And Guenther continues with the narrative step by step, from the very first phases of how an idea takes shape to the point where that idea, fostered by technology, can become disruptive. Appetite for Disruption is thus a journey about the economic and business forces that are changing the world, explaining in high detail how they actually take place.

Swiss watch engineer Elmar Mock, Norwegian philosopher Anders Indset, Swiss rock musician Chris von Rohr or American heavy metal musician Jon Schaffer are some of the influential names that Guenther is lucky enough to talk to in the conversation series. It is very interesting how, from different perspectives and sectors, they all tried to be innovative in what they do and tell a story of success and positivity.

Appetite for Disruption runs across seven more chapters unfolding and breaking down all the forces, synergies and constraints that make the world as innovative and disruptive as it is today

But Appetite for Disruption is just a tiny part of a much larger project. Guenther Dobrauz-Saldapenna describes himself as a disruption disciple, and that not only refers to a quite creative adjective but a whole movement.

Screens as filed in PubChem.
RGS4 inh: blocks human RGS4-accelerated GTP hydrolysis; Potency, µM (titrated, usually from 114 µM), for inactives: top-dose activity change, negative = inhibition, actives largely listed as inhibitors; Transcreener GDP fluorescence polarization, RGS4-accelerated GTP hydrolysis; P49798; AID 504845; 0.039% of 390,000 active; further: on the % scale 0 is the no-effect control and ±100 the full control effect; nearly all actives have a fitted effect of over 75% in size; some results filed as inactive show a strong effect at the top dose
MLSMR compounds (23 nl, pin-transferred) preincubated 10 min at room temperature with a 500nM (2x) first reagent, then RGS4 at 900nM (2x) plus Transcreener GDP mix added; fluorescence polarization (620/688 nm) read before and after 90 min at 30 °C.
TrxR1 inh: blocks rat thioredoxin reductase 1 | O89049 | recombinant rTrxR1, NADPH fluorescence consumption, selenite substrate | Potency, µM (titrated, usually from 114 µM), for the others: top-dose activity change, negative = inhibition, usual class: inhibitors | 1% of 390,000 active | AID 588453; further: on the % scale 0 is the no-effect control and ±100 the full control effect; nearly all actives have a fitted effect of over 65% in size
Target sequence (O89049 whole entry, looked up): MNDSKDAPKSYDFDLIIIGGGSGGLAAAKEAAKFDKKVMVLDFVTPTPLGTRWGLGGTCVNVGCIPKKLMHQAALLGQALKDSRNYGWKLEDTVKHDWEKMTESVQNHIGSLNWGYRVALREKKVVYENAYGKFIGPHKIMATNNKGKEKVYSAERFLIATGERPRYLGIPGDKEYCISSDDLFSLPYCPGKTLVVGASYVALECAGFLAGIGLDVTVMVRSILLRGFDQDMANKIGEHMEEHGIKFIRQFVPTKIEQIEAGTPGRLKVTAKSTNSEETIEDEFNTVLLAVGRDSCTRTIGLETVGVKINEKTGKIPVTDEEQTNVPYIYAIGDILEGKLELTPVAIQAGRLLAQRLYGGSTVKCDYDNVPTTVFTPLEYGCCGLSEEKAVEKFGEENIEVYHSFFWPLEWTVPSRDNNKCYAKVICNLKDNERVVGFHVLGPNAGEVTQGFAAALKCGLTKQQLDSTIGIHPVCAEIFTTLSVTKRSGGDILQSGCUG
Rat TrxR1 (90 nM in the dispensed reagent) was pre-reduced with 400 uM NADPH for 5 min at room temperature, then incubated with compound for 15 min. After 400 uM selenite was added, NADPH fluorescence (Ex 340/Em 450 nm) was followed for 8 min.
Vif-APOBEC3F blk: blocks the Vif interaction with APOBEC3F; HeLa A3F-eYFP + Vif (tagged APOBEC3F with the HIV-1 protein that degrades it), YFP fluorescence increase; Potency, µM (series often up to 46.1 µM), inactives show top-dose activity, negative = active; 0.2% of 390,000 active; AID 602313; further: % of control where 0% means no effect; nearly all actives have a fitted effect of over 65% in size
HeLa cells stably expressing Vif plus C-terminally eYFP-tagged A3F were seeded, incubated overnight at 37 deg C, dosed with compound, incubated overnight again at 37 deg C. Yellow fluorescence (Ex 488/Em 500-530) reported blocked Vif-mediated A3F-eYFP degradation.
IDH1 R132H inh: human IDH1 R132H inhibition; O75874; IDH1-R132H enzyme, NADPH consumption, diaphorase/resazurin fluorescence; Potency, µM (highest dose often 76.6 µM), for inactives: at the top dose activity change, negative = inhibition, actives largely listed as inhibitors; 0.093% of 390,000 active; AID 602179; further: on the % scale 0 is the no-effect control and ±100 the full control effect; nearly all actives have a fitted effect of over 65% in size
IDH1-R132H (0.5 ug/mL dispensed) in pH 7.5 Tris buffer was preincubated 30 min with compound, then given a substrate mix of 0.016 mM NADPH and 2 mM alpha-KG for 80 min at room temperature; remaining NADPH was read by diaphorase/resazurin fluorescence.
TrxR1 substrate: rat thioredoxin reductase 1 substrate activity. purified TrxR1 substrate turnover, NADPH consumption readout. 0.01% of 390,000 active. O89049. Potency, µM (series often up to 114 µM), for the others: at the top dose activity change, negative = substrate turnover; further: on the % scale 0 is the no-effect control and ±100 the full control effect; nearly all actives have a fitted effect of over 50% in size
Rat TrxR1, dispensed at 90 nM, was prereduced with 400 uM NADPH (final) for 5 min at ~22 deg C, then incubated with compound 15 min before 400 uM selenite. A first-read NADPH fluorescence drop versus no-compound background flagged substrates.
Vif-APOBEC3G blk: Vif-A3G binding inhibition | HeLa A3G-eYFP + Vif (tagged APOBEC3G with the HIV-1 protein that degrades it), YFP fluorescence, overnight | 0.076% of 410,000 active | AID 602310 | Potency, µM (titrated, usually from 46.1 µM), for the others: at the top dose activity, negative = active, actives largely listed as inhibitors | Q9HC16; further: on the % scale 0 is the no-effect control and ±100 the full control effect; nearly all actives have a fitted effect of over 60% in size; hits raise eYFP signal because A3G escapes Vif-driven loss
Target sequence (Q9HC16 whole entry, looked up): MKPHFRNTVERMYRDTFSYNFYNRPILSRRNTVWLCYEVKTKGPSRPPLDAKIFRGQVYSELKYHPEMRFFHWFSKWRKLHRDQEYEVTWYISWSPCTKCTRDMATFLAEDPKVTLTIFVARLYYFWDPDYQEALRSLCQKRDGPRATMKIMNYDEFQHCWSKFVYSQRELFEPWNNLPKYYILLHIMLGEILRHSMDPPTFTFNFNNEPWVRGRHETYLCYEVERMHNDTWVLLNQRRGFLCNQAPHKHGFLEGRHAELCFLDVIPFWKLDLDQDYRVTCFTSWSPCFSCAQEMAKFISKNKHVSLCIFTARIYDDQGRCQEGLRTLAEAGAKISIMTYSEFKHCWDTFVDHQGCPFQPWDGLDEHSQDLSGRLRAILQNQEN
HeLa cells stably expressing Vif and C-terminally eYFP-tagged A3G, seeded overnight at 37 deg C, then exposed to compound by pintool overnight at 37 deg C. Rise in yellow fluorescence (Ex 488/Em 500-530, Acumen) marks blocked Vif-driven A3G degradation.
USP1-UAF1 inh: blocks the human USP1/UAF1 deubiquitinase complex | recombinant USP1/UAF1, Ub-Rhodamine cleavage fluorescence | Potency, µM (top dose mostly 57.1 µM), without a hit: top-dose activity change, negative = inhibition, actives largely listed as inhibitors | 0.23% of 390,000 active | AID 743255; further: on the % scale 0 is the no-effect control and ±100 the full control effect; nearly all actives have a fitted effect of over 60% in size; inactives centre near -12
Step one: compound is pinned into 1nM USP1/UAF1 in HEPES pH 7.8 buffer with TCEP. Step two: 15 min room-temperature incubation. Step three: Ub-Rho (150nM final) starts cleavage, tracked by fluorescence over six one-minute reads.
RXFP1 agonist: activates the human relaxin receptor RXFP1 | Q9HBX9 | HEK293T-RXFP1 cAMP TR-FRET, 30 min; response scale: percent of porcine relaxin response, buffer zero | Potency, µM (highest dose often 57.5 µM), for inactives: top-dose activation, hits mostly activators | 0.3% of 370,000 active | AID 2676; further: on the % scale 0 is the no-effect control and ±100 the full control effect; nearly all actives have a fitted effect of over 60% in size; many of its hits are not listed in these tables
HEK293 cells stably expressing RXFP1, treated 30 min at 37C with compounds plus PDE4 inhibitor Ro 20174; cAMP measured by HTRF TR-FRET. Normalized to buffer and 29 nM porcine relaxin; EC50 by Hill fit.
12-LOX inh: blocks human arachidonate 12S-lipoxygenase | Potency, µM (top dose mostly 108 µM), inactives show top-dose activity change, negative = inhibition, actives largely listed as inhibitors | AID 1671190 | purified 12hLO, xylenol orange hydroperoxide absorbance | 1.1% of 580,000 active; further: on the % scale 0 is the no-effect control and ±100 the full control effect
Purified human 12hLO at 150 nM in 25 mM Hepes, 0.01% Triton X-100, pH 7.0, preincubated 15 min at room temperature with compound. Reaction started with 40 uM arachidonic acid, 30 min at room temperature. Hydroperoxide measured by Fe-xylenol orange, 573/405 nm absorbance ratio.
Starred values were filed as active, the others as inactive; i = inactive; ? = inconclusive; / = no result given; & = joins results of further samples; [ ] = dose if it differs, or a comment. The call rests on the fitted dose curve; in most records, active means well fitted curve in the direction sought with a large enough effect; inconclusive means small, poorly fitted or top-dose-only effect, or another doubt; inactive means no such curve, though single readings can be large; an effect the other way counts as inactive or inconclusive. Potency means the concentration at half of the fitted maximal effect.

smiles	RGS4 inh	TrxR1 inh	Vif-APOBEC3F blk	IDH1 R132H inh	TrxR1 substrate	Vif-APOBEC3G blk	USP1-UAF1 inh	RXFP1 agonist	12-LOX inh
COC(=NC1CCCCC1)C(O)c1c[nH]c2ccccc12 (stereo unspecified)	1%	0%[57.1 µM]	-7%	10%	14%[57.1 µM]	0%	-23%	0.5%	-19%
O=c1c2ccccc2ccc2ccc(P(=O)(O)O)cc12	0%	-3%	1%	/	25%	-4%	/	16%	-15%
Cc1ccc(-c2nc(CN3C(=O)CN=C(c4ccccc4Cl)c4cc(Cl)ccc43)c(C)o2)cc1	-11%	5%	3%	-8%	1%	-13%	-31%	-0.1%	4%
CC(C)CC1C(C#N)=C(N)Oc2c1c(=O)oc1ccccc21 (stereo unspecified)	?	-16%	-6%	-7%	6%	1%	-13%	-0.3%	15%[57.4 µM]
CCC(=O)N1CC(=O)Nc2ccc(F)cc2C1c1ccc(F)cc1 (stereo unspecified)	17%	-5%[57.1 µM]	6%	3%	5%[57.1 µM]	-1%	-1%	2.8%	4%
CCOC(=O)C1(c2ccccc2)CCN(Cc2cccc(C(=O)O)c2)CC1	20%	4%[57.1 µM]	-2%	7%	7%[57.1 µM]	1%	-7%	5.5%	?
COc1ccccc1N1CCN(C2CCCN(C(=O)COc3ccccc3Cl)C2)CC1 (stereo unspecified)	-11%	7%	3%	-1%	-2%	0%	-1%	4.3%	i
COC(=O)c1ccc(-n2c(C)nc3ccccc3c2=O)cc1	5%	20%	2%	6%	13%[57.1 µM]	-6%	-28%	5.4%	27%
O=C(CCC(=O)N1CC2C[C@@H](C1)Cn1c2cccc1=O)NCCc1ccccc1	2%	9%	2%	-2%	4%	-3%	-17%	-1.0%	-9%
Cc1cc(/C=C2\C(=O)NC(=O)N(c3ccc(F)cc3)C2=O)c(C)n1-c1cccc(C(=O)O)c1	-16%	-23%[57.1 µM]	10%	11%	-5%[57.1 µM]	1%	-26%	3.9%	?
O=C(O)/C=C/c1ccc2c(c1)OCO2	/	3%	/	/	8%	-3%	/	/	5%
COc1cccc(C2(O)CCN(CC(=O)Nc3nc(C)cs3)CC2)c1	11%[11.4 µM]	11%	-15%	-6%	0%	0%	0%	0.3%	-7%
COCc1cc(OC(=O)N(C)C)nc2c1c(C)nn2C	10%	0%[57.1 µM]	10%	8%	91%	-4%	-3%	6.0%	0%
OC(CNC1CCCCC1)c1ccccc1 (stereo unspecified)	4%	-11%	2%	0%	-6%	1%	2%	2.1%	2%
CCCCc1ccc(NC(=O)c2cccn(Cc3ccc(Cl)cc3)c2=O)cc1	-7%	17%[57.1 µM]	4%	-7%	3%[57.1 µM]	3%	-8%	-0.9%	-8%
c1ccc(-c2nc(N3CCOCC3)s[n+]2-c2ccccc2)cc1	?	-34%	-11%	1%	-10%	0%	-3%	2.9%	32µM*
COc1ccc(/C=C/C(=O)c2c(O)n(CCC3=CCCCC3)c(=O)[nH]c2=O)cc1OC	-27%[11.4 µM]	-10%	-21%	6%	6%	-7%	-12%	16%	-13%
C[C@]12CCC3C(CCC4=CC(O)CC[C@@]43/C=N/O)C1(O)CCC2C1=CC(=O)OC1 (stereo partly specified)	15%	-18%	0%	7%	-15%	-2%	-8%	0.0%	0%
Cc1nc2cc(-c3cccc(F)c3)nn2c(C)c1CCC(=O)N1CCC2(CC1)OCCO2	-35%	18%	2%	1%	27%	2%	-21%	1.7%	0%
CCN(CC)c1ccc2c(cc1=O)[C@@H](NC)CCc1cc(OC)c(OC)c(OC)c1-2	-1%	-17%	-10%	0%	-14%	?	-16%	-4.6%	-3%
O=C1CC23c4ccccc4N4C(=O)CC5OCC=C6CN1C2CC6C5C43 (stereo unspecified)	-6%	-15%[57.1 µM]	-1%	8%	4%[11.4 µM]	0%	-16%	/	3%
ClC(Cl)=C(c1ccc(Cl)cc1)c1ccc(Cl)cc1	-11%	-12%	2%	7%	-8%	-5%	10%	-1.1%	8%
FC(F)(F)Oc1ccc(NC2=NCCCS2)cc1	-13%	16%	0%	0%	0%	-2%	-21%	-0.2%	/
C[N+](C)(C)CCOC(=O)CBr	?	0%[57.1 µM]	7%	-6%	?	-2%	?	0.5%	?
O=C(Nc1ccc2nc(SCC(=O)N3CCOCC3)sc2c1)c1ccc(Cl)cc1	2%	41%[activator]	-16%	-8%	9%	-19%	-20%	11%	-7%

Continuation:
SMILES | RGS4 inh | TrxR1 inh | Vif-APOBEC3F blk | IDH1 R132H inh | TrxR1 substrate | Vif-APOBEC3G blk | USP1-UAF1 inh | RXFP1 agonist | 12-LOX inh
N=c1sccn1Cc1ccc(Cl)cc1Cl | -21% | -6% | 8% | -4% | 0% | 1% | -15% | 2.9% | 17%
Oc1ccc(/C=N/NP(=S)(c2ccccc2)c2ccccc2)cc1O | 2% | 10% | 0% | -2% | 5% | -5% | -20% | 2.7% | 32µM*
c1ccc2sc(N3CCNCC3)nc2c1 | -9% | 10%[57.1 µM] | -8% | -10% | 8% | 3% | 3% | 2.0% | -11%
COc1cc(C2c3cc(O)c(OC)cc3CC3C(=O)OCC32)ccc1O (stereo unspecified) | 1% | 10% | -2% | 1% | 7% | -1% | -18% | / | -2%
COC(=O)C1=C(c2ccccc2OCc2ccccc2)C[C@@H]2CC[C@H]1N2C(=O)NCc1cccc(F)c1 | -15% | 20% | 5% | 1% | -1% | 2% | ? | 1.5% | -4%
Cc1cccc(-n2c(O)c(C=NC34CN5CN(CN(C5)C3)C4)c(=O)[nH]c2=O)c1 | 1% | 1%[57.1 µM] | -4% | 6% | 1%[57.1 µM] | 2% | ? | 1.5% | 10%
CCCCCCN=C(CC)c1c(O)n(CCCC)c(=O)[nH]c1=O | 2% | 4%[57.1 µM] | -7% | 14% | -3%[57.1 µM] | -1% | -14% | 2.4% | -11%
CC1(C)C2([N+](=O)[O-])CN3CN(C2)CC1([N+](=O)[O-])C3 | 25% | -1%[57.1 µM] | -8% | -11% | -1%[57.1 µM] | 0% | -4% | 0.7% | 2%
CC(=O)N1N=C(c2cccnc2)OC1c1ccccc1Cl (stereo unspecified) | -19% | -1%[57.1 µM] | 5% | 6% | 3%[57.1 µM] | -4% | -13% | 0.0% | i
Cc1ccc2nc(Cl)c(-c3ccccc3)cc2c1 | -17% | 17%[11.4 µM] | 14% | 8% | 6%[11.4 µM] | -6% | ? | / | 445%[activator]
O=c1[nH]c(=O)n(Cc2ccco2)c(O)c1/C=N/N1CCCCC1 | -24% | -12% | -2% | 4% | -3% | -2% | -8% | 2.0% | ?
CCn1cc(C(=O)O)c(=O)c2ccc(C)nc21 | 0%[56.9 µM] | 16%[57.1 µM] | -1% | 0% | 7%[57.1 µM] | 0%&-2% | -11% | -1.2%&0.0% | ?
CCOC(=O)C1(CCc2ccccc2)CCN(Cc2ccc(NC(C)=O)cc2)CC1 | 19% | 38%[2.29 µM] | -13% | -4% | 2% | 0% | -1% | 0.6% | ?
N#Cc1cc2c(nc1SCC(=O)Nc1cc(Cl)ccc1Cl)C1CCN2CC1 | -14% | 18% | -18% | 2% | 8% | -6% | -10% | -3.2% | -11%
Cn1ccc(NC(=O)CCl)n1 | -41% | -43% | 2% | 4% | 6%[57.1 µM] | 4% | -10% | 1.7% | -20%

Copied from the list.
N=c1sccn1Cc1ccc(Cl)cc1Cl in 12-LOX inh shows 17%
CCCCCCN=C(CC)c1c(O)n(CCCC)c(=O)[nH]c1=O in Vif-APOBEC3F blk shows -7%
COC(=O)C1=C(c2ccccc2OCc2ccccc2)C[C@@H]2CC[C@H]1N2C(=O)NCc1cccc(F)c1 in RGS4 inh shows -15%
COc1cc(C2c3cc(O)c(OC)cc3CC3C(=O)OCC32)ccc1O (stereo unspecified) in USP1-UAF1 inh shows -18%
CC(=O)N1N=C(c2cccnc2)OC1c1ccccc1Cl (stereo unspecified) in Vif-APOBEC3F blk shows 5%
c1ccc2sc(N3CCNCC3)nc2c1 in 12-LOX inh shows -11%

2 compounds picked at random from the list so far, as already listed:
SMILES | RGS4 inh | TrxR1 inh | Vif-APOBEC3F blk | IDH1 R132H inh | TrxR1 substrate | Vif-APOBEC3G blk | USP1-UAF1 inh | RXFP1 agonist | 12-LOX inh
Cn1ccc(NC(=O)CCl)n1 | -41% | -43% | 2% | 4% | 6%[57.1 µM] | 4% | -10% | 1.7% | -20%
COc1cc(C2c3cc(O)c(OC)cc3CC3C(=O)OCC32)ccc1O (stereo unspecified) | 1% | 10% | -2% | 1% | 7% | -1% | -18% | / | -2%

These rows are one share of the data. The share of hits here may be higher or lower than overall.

The movement sets events where Guenther and other top-notch collaborators give talks about the disruption we are living and how to embrace it through mutual collaboration. They all follow the same objectives and share the same axioms. “Different fields are converging at an increasingly rapid pace. Value is created at their intersections. At the same time, there are social, economic and ecological challenges that can only be met by mastering complexity and collaboration. Technological progress enables us to do this on a hitherto unimagined level. But we are confronted with many barriers that limit us in achieving our potential: lack of knowledge, creativity and collaboration. To reverse this, we need to reorient and inspire the synapses of the system. We are here to do exactly this: year down the barriers and accelerate change.”

Innovation, disruption – and tech revolution to its extent – are words that are buzzing around, making it to the headlines and being highlighted in almost all new startups. These three concepts are highly interlinked with technology as the main driver of today’s innovation and its subsequent disruption. Technology is not something we need to be scared of but a key concept in the world of tomorrow. Disruption Disciples have already embraced that, and maybe it is time we start doing it too.